Cornhill Magazine, 2 (1860), 313–25.
Physiological Riddles. III.—Living Forms [3/4]
Wonder, Physiology, Design, Natural Law, Theology of Nature, Discovery, Popularization, Neurology, Creation, Romanticism, Imagination, Force, Physiological Chemistry, Organicism
Francis Bacon (1st Viscount St Alban) , Herbert Spencer , George Rainey , John W Draper
Celebrating the wonder and mystery of 'nature's inmost being' (313), Hinton advises that the study of the 'unity of the vital and other laws', and of 'the organic and inorganic worlds', leads to a higher appreciation of the Creation because it prevents us from putting 'asunder in our thought what God has joined together' (314). The main determinant of organic form, he contends, is 'the resistance of the structures which surround the growing organism'. This is 'the simple means employed by the Creator for bringing into being the marvels of the organic world' (319). Organic bodies develop in accordance with the 'universal law' of taking 'the direction of least resistance' (320), and invariably assume a 'spiral form' which is 'a general characteristic both of the vegetable and animal creation'. This is illustrated by a passage from John Ruskin's 'recent volume' of Modern Painters. (321)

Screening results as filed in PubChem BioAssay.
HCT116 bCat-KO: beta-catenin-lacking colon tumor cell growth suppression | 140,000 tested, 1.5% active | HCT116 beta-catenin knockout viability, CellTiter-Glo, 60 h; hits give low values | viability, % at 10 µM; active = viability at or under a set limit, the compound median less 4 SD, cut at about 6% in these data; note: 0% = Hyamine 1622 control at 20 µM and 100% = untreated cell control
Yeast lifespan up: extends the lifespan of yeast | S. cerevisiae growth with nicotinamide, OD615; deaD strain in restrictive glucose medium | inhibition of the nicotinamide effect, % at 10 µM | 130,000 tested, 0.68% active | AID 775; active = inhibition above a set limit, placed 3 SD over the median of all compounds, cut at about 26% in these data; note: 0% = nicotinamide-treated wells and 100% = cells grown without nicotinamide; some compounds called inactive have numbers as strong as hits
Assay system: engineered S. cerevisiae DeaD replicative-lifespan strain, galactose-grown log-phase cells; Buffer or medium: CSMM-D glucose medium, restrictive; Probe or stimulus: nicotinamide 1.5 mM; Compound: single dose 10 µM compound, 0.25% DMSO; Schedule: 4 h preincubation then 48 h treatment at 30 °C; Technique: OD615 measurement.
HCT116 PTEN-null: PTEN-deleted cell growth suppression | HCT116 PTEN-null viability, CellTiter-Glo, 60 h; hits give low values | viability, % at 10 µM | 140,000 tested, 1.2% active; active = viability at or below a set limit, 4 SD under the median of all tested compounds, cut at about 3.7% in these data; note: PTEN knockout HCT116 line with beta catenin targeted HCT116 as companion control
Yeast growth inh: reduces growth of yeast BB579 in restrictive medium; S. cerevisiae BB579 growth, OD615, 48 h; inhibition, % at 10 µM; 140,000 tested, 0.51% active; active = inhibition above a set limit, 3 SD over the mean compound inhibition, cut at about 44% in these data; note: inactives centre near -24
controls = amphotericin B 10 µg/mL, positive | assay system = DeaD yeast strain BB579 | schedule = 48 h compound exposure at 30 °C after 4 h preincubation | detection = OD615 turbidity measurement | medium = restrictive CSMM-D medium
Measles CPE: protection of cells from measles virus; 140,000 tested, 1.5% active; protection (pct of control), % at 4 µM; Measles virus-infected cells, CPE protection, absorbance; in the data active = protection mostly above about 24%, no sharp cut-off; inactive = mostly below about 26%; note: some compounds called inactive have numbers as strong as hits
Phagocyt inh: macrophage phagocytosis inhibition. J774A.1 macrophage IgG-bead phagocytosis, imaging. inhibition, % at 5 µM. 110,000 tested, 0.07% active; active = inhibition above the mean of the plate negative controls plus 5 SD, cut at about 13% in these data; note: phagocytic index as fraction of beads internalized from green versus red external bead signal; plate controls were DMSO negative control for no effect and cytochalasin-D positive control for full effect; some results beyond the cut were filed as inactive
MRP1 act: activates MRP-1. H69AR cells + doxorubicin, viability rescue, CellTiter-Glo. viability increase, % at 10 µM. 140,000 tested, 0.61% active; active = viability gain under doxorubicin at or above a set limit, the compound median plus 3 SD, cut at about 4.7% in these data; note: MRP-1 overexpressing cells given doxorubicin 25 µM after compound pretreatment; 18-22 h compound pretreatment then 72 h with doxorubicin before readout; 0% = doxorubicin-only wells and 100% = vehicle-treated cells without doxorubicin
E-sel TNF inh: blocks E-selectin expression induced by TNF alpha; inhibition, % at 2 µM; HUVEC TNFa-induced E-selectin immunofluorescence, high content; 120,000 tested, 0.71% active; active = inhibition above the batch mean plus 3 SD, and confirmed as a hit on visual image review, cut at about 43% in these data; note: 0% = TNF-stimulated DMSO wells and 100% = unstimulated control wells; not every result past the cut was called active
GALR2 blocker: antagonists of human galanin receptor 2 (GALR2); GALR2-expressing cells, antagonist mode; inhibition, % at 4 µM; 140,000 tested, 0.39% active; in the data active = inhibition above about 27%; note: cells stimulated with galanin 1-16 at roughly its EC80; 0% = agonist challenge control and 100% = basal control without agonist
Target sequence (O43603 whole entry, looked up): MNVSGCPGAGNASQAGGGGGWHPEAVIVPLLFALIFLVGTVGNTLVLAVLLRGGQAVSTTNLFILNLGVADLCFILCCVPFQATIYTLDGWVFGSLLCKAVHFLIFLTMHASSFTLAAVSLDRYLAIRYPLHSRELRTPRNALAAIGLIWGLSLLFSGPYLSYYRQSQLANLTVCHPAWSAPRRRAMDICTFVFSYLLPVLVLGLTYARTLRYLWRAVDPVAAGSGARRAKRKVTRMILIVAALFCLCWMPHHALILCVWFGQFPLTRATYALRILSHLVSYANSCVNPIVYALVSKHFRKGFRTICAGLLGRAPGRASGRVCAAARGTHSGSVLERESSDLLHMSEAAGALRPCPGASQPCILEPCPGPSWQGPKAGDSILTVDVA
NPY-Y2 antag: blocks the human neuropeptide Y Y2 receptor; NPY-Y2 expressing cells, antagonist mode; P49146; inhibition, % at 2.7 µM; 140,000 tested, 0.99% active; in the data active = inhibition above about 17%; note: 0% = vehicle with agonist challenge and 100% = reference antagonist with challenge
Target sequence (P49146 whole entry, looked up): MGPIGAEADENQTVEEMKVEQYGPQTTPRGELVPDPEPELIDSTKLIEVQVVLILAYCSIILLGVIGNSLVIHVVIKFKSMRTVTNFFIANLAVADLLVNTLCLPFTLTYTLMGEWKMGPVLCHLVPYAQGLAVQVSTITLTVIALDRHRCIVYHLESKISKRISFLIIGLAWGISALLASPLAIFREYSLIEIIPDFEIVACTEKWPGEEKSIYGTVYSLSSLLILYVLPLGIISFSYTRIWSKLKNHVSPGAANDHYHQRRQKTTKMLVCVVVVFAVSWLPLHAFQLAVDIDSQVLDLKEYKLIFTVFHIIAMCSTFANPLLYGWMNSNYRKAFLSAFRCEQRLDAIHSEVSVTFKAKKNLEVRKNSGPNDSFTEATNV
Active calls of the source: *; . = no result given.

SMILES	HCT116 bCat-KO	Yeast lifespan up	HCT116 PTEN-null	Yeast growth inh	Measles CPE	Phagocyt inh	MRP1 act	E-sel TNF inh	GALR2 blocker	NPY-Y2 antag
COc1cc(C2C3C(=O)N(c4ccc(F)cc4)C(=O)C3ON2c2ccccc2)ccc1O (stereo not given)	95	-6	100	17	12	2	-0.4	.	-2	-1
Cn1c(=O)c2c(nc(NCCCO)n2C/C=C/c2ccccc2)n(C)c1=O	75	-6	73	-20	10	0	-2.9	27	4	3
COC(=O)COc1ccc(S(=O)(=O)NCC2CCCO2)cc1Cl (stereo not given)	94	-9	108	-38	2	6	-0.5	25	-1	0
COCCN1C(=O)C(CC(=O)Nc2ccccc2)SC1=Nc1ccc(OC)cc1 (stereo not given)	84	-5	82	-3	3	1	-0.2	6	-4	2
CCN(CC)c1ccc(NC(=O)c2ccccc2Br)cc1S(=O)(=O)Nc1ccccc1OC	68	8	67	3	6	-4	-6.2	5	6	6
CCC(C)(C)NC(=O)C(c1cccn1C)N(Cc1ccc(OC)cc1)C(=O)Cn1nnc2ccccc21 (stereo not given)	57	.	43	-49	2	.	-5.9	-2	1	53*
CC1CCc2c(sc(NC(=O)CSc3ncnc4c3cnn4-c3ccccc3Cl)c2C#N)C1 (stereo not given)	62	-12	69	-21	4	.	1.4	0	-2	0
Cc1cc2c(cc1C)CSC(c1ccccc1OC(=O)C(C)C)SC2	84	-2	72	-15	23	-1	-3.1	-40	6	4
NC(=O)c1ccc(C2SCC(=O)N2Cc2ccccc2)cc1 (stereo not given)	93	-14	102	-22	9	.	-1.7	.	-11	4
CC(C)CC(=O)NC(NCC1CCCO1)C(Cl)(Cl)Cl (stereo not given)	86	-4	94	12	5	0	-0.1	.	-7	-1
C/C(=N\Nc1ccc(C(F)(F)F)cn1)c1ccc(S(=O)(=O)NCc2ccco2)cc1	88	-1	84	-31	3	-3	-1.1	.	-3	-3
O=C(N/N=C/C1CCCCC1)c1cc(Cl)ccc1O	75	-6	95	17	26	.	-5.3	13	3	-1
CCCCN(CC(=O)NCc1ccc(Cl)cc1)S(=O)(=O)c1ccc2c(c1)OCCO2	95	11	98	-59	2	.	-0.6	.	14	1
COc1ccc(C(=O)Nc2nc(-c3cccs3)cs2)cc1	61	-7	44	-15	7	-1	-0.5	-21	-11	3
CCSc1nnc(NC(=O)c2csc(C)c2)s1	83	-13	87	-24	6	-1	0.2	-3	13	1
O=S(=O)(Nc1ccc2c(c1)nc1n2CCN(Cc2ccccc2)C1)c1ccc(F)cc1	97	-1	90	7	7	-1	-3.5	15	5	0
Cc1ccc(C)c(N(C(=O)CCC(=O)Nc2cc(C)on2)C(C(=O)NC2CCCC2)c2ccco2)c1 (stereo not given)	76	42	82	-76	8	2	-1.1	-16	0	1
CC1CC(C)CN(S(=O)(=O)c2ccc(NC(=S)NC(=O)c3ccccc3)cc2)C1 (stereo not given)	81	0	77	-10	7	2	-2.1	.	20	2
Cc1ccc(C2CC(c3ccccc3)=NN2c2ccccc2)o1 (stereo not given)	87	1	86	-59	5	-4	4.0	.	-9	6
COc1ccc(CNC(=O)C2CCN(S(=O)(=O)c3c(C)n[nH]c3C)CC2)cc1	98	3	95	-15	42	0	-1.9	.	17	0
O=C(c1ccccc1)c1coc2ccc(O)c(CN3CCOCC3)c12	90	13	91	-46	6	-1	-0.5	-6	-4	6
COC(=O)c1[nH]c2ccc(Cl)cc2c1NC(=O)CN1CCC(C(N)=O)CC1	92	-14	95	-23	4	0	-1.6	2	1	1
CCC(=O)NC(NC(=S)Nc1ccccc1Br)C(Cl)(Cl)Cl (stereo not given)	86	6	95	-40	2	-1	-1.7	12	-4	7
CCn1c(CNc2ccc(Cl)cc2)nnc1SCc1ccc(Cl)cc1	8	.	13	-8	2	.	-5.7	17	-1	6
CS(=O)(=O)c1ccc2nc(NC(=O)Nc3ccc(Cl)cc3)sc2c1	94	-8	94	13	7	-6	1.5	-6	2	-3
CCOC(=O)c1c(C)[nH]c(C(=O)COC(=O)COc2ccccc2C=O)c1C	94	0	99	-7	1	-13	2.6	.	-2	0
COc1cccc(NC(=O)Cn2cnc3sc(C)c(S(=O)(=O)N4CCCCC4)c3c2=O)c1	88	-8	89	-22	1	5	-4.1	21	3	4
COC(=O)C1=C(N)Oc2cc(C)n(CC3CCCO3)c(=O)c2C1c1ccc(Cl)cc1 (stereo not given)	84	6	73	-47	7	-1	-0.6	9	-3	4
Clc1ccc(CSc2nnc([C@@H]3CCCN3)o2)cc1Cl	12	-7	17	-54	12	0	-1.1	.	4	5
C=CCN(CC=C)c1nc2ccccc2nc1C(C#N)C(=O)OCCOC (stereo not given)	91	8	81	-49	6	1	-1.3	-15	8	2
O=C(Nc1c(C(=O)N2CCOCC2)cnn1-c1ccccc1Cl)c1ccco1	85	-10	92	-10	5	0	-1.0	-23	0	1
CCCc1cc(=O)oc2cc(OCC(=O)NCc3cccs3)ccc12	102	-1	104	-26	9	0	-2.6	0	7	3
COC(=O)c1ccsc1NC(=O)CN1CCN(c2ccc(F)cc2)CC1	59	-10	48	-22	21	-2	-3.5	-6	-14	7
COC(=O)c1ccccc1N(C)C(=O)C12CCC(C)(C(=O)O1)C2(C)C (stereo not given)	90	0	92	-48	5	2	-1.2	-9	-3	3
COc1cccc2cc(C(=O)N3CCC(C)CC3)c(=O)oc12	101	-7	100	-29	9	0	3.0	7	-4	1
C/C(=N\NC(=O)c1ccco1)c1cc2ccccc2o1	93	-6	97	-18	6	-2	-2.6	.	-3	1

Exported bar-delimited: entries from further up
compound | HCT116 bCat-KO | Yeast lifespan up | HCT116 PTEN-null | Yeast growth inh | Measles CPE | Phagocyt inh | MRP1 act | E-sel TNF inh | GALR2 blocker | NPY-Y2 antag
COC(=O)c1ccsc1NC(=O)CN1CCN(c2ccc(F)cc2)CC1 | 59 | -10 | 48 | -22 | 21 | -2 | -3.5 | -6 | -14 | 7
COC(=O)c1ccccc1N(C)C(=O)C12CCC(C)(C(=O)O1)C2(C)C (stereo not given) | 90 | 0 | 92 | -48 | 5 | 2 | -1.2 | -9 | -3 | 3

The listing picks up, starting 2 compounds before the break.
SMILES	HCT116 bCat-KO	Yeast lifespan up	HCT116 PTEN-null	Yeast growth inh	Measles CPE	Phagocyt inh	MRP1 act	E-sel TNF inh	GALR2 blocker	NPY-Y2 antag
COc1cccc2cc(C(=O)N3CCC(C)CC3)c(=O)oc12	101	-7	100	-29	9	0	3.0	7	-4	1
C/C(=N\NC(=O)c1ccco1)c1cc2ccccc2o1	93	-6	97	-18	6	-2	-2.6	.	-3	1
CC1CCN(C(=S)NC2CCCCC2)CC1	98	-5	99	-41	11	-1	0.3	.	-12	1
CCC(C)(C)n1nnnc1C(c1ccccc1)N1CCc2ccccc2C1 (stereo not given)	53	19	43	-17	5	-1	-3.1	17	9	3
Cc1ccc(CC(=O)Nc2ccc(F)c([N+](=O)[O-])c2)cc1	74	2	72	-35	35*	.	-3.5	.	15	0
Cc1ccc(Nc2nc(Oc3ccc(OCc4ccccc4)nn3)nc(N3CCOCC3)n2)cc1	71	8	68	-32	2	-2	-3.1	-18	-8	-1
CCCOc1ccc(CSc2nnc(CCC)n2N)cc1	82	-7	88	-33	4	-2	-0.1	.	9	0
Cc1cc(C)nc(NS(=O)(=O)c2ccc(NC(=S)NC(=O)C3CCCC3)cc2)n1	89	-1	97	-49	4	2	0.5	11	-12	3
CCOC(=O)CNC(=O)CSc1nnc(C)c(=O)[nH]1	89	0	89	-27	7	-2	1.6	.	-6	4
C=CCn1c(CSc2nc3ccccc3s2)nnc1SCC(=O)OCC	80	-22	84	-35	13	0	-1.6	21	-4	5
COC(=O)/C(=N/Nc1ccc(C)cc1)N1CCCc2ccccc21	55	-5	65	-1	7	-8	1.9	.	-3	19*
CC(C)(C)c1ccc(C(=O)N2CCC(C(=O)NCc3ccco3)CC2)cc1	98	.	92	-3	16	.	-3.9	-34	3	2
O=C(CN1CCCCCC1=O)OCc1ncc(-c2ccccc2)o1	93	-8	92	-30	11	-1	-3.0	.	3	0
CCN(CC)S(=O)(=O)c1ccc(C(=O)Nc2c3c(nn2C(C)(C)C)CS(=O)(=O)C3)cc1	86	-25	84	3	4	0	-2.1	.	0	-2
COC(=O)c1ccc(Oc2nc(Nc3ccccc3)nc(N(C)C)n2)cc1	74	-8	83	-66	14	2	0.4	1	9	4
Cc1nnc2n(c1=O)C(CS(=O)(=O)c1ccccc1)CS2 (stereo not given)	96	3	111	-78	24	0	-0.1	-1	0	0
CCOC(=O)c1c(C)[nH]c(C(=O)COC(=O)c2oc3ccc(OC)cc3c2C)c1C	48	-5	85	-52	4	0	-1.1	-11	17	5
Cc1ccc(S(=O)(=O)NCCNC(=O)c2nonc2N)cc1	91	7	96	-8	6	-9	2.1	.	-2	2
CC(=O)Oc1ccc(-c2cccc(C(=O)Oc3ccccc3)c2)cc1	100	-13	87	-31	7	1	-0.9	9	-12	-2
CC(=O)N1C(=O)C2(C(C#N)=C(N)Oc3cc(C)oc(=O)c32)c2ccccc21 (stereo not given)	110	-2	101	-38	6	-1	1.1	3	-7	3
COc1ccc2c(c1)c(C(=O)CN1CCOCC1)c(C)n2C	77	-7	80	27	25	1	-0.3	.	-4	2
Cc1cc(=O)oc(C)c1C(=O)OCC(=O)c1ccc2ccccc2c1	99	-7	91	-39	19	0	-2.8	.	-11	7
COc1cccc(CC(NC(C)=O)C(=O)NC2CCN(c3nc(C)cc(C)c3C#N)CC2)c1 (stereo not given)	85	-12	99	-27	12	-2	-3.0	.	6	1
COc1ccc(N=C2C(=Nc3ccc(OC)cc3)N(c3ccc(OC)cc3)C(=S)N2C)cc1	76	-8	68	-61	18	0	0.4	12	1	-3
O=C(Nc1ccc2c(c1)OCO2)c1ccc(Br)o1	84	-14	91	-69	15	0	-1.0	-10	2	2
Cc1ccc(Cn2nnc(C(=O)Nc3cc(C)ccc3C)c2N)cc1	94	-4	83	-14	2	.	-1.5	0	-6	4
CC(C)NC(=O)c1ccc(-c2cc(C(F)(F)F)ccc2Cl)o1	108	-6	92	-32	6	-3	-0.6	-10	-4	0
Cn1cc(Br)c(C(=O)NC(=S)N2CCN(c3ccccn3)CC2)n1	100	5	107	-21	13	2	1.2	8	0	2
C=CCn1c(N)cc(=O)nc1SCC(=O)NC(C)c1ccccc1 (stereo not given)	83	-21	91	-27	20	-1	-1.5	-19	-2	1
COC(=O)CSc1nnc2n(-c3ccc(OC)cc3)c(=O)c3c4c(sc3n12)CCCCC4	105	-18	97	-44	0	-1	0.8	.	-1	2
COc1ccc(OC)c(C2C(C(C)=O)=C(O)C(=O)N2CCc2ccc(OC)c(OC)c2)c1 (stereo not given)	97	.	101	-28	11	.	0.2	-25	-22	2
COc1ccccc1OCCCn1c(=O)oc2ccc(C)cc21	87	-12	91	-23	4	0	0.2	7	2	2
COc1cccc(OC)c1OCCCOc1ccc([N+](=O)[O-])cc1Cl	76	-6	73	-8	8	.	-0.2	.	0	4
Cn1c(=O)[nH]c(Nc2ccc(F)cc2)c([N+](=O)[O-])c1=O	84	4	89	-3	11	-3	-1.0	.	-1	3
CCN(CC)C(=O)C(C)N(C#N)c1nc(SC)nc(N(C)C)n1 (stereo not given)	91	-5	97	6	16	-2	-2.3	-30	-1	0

© Science in the Nineteenth-Century Periodical Project, Universities of Leeds and Sheffield, 2005-07
Printed from Science in the Nineteenth-Century Periodical: An Electronic Index, v. 3.0, hriOnline Publications <http://www.sciper.org> [accessed ]